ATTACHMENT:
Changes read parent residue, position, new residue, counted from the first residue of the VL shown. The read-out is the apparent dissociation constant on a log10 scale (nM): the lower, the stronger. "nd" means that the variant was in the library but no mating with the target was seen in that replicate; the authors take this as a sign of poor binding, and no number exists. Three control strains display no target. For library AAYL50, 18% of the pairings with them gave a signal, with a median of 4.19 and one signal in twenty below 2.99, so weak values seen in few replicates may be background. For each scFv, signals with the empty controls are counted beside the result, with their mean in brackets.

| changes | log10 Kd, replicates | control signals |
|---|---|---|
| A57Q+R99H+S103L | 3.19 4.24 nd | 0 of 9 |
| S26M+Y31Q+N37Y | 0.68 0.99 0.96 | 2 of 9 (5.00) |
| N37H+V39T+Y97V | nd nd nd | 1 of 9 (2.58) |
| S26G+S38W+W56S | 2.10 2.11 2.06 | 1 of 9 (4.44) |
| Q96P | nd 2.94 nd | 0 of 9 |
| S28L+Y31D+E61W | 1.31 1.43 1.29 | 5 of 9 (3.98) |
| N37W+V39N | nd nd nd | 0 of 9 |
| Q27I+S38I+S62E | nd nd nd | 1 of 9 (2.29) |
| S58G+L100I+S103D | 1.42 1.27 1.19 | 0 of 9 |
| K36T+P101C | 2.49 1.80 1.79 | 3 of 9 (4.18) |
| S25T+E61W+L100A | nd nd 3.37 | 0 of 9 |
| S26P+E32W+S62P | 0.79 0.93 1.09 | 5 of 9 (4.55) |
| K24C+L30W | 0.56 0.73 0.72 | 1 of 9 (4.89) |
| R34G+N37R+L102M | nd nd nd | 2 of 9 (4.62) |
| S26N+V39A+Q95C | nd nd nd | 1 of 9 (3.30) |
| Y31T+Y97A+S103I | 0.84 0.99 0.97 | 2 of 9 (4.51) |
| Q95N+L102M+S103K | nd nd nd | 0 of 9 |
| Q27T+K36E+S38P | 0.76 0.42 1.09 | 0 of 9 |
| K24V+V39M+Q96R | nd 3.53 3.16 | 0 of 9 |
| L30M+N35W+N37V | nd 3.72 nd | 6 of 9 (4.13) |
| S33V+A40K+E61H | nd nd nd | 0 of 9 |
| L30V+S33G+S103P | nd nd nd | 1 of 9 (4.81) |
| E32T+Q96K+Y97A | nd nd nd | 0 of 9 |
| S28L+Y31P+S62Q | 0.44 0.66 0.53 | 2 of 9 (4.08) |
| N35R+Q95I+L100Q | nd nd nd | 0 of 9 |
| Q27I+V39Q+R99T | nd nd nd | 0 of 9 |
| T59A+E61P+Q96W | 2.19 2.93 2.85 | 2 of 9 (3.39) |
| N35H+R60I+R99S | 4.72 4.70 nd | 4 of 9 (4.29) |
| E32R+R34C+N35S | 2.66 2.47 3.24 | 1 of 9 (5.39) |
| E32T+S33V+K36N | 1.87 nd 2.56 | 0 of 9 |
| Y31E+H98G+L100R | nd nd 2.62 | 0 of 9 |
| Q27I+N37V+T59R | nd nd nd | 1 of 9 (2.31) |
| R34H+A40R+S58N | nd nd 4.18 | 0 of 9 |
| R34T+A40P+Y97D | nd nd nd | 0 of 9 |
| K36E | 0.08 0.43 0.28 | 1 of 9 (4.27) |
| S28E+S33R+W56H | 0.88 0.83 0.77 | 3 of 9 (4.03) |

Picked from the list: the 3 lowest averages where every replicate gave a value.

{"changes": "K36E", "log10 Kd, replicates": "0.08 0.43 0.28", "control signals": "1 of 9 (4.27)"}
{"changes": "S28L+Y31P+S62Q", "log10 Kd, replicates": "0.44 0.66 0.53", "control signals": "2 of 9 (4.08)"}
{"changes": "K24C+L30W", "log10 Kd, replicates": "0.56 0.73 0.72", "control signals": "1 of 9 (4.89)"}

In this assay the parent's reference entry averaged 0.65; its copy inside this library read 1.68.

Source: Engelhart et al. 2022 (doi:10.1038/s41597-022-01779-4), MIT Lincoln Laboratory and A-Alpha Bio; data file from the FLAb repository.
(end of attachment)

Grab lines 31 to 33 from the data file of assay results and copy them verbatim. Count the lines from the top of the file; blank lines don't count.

| N35H+R60I+R99S | 4.72 4.70 nd | 4 of 9 (4.29) |
| E32R+R34C+N35S | 2.66 2.47 3.24 | 1 of 9 (5.39) |
| E32T+S33V+K36N | 1.87 nd 2.56 | 0 of 9 |